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5 J. High Tech. L. 1 (2005)

handle is hein.journals/jhtl5 and id is 1 raw text is: Foreword to the Thomas F. Lambert, Jr., Symposium Issue on
Sophisticated New Tort Theories
Michael L. Rustad
Cite as: 5 J. High Tech. L. 1 (2005)
Despite the raven croaking of contemporary Cassandras that Tort is Dead or
at least gone over the horizon, it might be closer to the truth to recall the insight
of a recent commencement speaker. I have, he said, some good news and
some bad news. First, the bad: The world is coming to an end. Now the good:
Not soon. Not necessarily. Even if a prophecy of such robust hope should
prove vain, it is enough to recall and cling to the craftsman's motto on the
statute of Sisyphus: One need not have hope in order to persevere.
Thomas F. Lambert Jr.2
The future of tort law is somewhat murky in this first decade of the
twenty-first century. Tort reform is President Bush's number one
domestic priority, and his goal is to nationalize tort law by placing
federal limits on products liability and medical malpractice remedies.
In Texas, then Governor-elect George W. Bush spearheaded a tort
reform bill to prevent frivolous and junk lawsuits, which included a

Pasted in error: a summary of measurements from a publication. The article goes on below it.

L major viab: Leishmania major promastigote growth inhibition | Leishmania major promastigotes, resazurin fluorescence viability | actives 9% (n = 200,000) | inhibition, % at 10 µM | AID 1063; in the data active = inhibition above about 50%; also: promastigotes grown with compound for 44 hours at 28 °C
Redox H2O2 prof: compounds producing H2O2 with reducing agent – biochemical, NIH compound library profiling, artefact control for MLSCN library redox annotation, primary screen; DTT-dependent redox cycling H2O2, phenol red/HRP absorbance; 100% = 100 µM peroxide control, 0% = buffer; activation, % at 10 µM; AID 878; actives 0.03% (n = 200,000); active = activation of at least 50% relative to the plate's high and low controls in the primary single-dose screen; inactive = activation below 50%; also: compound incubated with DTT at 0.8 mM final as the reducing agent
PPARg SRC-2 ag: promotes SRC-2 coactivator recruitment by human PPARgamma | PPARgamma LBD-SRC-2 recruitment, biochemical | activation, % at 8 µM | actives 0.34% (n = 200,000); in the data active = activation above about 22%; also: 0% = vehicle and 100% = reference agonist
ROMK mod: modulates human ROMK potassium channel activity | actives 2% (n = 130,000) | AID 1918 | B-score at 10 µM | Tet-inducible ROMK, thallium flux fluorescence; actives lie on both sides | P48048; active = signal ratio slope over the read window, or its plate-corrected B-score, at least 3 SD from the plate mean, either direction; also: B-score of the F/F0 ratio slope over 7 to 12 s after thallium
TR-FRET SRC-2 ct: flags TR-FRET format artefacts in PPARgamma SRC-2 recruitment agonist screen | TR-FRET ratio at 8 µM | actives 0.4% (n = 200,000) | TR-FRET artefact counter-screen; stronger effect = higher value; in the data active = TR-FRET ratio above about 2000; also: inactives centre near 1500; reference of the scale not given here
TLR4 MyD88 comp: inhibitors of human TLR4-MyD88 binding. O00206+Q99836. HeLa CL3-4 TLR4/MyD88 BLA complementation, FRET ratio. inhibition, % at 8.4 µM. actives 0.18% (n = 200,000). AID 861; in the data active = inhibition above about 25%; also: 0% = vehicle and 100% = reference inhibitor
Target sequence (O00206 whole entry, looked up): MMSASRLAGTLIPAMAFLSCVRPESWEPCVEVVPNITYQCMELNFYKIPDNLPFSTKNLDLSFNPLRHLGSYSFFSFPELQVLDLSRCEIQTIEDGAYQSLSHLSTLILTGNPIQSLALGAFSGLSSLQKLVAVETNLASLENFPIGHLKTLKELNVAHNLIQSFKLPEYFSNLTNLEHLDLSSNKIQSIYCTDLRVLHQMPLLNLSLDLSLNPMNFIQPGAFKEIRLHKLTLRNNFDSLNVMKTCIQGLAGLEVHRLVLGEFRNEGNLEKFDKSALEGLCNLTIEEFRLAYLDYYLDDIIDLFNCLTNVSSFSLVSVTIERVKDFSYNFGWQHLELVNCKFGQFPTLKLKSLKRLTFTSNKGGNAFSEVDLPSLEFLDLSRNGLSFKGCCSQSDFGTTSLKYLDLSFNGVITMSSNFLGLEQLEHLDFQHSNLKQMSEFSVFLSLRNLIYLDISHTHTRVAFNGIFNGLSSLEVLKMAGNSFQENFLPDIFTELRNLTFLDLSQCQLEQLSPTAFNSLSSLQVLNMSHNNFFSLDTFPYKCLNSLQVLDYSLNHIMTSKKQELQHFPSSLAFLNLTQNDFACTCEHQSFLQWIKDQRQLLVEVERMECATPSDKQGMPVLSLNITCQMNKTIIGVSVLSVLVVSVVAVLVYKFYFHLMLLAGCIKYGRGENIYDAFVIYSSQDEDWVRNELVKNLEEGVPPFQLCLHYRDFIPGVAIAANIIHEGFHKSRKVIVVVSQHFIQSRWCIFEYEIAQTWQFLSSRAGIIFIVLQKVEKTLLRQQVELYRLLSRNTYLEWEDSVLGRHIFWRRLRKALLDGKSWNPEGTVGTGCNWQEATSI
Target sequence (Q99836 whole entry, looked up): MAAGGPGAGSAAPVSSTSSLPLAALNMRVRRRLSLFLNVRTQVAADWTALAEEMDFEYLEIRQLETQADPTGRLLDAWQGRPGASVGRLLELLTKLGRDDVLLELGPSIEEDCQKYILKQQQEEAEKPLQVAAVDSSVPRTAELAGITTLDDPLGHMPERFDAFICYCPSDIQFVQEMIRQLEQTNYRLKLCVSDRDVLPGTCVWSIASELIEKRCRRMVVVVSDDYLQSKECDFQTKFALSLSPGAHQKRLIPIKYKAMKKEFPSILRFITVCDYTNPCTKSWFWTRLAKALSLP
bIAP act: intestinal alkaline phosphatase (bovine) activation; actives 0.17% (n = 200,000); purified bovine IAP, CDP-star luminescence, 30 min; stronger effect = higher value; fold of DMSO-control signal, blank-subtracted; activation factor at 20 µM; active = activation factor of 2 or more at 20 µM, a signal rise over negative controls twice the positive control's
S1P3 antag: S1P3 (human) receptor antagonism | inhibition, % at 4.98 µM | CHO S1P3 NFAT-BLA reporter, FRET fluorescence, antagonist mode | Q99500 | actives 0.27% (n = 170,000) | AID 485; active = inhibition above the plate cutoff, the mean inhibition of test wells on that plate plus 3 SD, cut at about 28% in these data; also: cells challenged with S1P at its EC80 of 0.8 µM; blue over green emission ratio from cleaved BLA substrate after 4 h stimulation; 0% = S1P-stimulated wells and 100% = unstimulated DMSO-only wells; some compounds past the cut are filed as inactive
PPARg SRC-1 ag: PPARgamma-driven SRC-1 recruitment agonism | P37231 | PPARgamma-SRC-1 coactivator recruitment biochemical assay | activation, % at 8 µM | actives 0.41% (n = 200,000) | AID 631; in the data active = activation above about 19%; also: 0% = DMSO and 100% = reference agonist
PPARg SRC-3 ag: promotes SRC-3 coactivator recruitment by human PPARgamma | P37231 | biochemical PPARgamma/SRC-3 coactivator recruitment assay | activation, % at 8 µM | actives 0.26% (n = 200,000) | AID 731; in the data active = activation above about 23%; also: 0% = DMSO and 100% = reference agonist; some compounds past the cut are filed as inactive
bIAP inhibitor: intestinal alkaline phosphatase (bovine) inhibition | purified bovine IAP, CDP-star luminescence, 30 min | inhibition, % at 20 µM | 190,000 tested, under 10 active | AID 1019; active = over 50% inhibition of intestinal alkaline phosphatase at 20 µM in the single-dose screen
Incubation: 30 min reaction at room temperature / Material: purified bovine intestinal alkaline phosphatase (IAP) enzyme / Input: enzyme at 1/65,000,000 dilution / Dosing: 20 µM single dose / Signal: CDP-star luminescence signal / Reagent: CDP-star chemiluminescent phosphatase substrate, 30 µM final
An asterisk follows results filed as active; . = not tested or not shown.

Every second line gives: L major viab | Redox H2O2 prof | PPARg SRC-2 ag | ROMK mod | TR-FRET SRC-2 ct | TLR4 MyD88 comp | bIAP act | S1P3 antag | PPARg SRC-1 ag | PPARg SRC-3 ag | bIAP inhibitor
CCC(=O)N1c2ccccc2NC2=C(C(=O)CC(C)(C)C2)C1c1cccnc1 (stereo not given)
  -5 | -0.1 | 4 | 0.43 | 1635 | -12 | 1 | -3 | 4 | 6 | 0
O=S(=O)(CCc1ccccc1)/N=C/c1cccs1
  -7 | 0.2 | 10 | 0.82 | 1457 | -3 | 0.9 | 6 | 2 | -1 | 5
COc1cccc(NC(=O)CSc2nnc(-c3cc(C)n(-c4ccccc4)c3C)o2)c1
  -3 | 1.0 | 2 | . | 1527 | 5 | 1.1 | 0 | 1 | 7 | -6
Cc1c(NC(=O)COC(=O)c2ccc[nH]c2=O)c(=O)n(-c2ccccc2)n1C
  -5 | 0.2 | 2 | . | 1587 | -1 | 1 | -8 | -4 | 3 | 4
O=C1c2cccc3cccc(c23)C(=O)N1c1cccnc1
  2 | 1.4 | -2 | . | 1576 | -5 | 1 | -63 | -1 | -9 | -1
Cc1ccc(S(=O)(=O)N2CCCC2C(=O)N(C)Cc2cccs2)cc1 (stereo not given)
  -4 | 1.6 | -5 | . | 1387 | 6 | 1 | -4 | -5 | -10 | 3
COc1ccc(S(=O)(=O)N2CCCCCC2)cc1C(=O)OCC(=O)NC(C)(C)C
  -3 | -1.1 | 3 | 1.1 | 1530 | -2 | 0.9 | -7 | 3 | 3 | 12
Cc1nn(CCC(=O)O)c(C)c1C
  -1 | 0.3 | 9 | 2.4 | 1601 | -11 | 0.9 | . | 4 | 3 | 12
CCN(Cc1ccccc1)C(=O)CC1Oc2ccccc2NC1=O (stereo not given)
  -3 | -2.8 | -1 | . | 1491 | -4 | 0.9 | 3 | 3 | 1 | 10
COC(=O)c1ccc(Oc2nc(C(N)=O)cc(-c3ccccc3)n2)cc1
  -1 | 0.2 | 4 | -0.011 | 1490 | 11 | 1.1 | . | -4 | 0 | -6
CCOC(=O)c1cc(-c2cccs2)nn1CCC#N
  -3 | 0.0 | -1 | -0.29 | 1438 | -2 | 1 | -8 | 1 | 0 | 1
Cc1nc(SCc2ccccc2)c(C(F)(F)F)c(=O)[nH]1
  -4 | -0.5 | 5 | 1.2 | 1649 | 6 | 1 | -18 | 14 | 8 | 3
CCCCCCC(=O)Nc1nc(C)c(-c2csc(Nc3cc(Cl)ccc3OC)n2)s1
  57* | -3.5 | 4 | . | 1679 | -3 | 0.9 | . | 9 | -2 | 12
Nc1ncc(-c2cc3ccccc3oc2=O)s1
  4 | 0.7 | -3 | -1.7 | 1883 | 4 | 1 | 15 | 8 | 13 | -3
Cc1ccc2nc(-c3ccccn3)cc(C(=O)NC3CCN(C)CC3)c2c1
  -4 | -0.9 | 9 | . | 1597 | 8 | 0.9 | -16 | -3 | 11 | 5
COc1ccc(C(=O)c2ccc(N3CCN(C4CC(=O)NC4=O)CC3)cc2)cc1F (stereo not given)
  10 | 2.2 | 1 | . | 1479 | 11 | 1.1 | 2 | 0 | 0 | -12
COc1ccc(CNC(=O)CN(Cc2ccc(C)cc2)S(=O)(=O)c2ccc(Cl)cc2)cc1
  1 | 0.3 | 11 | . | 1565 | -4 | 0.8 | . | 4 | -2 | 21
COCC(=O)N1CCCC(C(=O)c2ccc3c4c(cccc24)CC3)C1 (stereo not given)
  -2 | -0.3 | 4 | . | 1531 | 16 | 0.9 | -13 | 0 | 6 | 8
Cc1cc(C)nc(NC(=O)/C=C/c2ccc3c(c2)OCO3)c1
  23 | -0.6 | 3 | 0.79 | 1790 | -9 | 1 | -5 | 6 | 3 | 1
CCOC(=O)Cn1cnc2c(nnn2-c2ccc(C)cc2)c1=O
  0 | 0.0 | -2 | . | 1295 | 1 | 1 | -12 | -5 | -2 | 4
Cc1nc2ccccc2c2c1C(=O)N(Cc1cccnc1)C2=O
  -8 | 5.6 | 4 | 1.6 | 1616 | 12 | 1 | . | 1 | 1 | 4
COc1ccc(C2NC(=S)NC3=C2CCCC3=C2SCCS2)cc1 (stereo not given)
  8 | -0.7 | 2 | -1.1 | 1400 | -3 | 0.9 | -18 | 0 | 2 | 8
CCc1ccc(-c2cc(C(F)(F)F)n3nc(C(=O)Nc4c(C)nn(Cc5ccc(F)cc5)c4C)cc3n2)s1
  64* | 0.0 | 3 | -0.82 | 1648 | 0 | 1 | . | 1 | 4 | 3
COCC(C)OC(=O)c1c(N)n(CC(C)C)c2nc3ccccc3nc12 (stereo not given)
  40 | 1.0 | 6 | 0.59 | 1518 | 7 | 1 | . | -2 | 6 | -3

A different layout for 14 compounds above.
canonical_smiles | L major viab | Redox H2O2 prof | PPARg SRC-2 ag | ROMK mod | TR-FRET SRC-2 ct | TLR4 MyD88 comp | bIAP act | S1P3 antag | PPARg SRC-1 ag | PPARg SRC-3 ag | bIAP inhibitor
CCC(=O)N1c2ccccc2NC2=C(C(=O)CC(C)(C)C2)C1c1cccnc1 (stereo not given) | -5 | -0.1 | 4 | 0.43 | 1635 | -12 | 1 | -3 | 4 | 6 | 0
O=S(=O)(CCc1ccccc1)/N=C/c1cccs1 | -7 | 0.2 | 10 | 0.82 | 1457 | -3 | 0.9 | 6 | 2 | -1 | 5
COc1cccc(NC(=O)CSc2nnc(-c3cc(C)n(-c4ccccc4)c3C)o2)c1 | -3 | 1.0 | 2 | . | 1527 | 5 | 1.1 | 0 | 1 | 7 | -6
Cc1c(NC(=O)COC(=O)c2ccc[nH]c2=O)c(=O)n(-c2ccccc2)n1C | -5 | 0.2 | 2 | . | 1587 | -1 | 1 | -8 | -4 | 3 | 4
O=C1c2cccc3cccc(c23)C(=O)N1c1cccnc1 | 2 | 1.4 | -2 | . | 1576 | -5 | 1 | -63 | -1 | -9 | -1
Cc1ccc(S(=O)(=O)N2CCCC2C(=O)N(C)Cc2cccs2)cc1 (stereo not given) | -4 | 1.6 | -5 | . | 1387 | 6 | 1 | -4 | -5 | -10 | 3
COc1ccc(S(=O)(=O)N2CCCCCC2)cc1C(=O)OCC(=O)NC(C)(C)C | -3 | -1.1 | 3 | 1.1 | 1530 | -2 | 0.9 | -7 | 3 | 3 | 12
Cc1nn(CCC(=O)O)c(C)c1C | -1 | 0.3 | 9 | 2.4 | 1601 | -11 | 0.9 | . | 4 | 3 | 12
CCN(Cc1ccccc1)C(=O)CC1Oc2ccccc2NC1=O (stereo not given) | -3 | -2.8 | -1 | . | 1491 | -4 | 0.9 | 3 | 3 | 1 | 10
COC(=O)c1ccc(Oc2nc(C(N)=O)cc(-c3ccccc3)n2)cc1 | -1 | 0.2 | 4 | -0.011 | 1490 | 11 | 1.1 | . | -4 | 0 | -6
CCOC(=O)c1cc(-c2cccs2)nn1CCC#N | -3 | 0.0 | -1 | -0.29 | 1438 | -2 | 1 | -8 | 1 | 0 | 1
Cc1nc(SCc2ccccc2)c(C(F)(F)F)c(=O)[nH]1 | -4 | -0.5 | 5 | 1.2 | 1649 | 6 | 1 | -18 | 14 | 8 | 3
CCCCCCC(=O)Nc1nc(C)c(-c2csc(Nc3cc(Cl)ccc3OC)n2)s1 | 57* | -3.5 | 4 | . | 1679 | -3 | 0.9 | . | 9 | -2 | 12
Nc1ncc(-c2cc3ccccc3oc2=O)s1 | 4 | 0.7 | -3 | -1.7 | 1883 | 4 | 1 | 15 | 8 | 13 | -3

$200,000 cap on punitive damages.3 As I write this Foreword to the
Thomas F. Lambert, Jr., Symposium issue, a coalition of tort
reformers is again using the specter of a medical liability crisis to
gain popular support for limitations on remedies for ordinary
Americans. The U.S. Senate is considering federalizing medical
1. Thomas F. Lambert Jr. Professor of Law & Co-Director of Intellectual
Property Law Concentration Suffolk University Law School, Boston,
2. Thomas F. Lambert, Jr., Law in the Future Part II-Tort Law: 2003, TRIAL,
July 1983, at 96.
3. R.G. Ratcliffe, Bush Proposes Tort Reform; Says His Plan Would Prevent
Junk Lawsuits,  HOUSTON CHRON., June 18, 1994, at 30.

Copyright C 2005 Michael L. Rustad. All Rights Reserved. ISSN 1536-7983

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